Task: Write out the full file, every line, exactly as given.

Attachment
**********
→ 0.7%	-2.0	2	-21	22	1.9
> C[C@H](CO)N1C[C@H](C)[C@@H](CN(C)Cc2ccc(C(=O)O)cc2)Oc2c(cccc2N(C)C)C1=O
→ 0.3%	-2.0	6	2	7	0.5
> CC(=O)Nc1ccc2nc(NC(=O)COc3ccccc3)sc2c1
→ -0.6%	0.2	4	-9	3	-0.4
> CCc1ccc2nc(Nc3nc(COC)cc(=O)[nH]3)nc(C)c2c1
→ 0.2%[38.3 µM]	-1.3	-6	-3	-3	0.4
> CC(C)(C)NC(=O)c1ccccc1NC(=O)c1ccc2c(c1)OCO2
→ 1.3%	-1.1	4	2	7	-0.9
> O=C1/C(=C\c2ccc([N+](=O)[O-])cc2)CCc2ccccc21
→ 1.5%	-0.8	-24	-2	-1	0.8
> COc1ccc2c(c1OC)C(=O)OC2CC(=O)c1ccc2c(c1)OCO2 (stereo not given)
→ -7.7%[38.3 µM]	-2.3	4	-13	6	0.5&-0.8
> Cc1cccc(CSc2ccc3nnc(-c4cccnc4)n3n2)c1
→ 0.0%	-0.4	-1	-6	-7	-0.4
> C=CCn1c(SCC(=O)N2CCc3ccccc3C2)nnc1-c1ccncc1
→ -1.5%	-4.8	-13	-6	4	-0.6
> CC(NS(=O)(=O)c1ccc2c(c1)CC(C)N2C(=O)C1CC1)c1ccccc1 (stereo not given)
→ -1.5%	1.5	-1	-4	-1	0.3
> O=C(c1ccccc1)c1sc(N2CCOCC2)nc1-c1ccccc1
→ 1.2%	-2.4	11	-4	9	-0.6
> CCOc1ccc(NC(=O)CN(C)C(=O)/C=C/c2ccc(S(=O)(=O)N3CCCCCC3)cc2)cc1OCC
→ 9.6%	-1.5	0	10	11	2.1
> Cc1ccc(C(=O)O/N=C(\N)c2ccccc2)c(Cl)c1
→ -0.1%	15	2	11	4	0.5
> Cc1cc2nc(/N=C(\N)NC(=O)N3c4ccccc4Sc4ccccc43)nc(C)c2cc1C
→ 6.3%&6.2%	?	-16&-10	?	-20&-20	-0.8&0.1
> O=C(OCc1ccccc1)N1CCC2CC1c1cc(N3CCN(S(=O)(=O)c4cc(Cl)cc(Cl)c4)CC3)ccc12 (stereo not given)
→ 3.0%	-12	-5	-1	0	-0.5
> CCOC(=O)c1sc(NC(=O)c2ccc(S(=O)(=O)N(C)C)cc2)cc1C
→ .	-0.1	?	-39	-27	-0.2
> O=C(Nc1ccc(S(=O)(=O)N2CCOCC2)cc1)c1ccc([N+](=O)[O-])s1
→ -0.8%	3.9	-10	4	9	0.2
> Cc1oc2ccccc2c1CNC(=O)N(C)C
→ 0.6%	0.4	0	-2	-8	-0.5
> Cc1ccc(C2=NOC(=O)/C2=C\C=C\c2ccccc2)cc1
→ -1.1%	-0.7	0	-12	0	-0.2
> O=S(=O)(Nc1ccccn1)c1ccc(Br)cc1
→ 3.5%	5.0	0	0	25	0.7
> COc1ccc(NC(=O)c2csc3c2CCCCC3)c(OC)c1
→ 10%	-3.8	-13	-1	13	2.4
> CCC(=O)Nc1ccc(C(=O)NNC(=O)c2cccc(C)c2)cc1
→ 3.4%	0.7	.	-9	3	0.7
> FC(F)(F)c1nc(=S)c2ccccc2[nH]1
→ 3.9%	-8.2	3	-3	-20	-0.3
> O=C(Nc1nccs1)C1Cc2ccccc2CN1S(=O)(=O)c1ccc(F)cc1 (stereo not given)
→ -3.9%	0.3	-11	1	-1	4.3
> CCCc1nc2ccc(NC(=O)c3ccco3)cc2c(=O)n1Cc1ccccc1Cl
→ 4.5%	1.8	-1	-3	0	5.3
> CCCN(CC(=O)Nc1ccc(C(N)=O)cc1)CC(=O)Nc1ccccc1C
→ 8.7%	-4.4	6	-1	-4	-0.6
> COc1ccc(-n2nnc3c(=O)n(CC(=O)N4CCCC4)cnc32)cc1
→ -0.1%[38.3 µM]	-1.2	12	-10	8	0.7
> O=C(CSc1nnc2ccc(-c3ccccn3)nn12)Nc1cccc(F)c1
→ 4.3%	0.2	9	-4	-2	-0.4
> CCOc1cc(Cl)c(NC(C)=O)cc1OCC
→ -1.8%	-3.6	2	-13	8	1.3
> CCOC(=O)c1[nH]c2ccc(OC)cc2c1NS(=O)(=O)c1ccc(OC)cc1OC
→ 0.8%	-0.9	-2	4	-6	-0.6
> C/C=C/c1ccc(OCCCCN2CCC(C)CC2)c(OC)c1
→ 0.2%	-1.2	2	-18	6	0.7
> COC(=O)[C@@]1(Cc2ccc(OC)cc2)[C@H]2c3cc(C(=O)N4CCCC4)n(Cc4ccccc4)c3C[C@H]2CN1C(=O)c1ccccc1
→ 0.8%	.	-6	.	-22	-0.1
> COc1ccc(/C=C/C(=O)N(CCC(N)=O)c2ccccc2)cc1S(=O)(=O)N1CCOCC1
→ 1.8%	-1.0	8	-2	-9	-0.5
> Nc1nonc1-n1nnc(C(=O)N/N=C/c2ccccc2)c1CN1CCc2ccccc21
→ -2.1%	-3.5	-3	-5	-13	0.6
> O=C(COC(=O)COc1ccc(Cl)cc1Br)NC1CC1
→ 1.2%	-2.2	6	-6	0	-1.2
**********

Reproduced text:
→ 0.7%	-2.0	2	-21	22	1.9
> C[C@H](CO)N1C[C@H](C)[C@@H](CN(C)Cc2ccc(C(=O)O)cc2)Oc2c(cccc2N(C)C)C1=O
→ 0.3%	-2.0	6	2	7	0.5
> CC(=O)Nc1ccc2nc(NC(=O)COc3ccccc3)sc2c1
→ -0.6%	0.2	4	-9	3	-0.4
> CCc1ccc2nc(Nc3nc(COC)cc(=O)[nH]3)nc(C)c2c1
→ 0.2%[38.3 µM]	-1.3	-6	-3	-3	0.4
> CC(C)(C)NC(=O)c1ccccc1NC(=O)c1ccc2c(c1)OCO2
→ 1.3%	-1.1	4	2	7	-0.9
> O=C1/C(=C\c2ccc([N+](=O)[O-])cc2)CCc2ccccc21
→ 1.5%	-0.8	-24	-2	-1	0.8
> COc1ccc2c(c1OC)C(=O)OC2CC(=O)c1ccc2c(c1)OCO2 (stereo not given)
→ -7.7%[38.3 µM]	-2.3	4	-13	6	0.5&-0.8
> Cc1cccc(CSc2ccc3nnc(-c4cccnc4)n3n2)c1
→ 0.0%	-0.4	-1	-6	-7	-0.4
> C=CCn1c(SCC(=O)N2CCc3ccccc3C2)nnc1-c1ccncc1
→ -1.5%	-4.8	-13	-6	4	-0.6
> CC(NS(=O)(=O)c1ccc2c(c1)CC(C)N2C(=O)C1CC1)c1ccccc1 (stereo not given)
→ -1.5%	1.5	-1	-4	-1	0.3
> O=C(c1ccccc1)c1sc(N2CCOCC2)nc1-c1ccccc1
→ 1.2%	-2.4	11	-4	9	-0.6
> CCOc1ccc(NC(=O)CN(C)C(=O)/C=C/c2ccc(S(=O)(=O)N3CCCCCC3)cc2)cc1OCC
→ 9.6%	-1.5	0	10	11	2.1
> Cc1ccc(C(=O)O/N=C(\N)c2ccccc2)c(Cl)c1
→ -0.1%	15	2	11	4	0.5
> Cc1cc2nc(/N=C(\N)NC(=O)N3c4ccccc4Sc4ccccc43)nc(C)c2cc1C
→ 6.3%&6.2%	?	-16&-10	?	-20&-20	-0.8&0.1
> O=C(OCc1ccccc1)N1CCC2CC1c1cc(N3CCN(S(=O)(=O)c4cc(Cl)cc(Cl)c4)CC3)ccc12 (stereo not given)
→ 3.0%	-12	-5	-1	0	-0.5
> CCOC(=O)c1sc(NC(=O)c2ccc(S(=O)(=O)N(C)C)cc2)cc1C
→ .	-0.1	?	-39	-27	-0.2
> O=C(Nc1ccc(S(=O)(=O)N2CCOCC2)cc1)c1ccc([N+](=O)[O-])s1
→ -0.8%	3.9	-10	4	9	0.2
> Cc1oc2ccccc2c1CNC(=O)N(C)C
→ 0.6%	0.4	0	-2	-8	-0.5
> Cc1ccc(C2=NOC(=O)/C2=C\C=C\c2ccccc2)cc1
→ -1.1%	-0.7	0	-12	0	-0.2
> O=S(=O)(Nc1ccccn1)c1ccc(Br)cc1
→ 3.5%	5.0	0	0	25	0.7
> COc1ccc(NC(=O)c2csc3c2CCCCC3)c(OC)c1
→ 10%	-3.8	-13	-1	13	2.4
> CCC(=O)Nc1ccc(C(=O)NNC(=O)c2cccc(C)c2)cc1
→ 3.4%	0.7	.	-9	3	0.7
> FC(F)(F)c1nc(=S)c2ccccc2[nH]1
→ 3.9%	-8.2	3	-3	-20	-0.3
> O=C(Nc1nccs1)C1Cc2ccccc2CN1S(=O)(=O)c1ccc(F)cc1 (stereo not given)
→ -3.9%	0.3	-11	1	-1	4.3
> CCCc1nc2ccc(NC(=O)c3ccco3)cc2c(=O)n1Cc1ccccc1Cl
→ 4.5%	1.8	-1	-3	0	5.3
> CCCN(CC(=O)Nc1ccc(C(N)=O)cc1)CC(=O)Nc1ccccc1C
→ 8.7%	-4.4	6	-1	-4	-0.6
> COc1ccc(-n2nnc3c(=O)n(CC(=O)N4CCCC4)cnc32)cc1
→ -0.1%[38.3 µM]	-1.2	12	-10	8	0.7
> O=C(CSc1nnc2ccc(-c3ccccn3)nn12)Nc1cccc(F)c1
→ 4.3%	0.2	9	-4	-2	-0.4
> CCOc1cc(Cl)c(NC(C)=O)cc1OCC
→ -1.8%	-3.6	2	-13	8	1.3
> CCOC(=O)c1[nH]c2ccc(OC)cc2c1NS(=O)(=O)c1ccc(OC)cc1OC
→ 0.8%	-0.9	-2	4	-6	-0.6
> C/C=C/c1ccc(OCCCCN2CCC(C)CC2)c(OC)c1
→ 0.2%	-1.2	2	-18	6	0.7
> COC(=O)[C@@]1(Cc2ccc(OC)cc2)[C@H]2c3cc(C(=O)N4CCCC4)n(Cc4ccccc4)c3C[C@H]2CN1C(=O)c1ccccc1
→ 0.8%	.	-6	.	-22	-0.1
> COc1ccc(/C=C/C(=O)N(CCC(N)=O)c2ccccc2)cc1S(=O)(=O)N1CCOCC1
→ 1.8%	-1.0	8	-2	-9	-0.5
> Nc1nonc1-n1nnc(C(=O)N/N=C/c2ccccc2)c1CN1CCc2ccccc21
→ -2.1%	-3.5	-3	-5	-13	0.6
> O=C(COC(=O)COc1ccc(Cl)cc1Br)NC1CC1
→ 1.2%	-2.2	6	-6	0	-1.2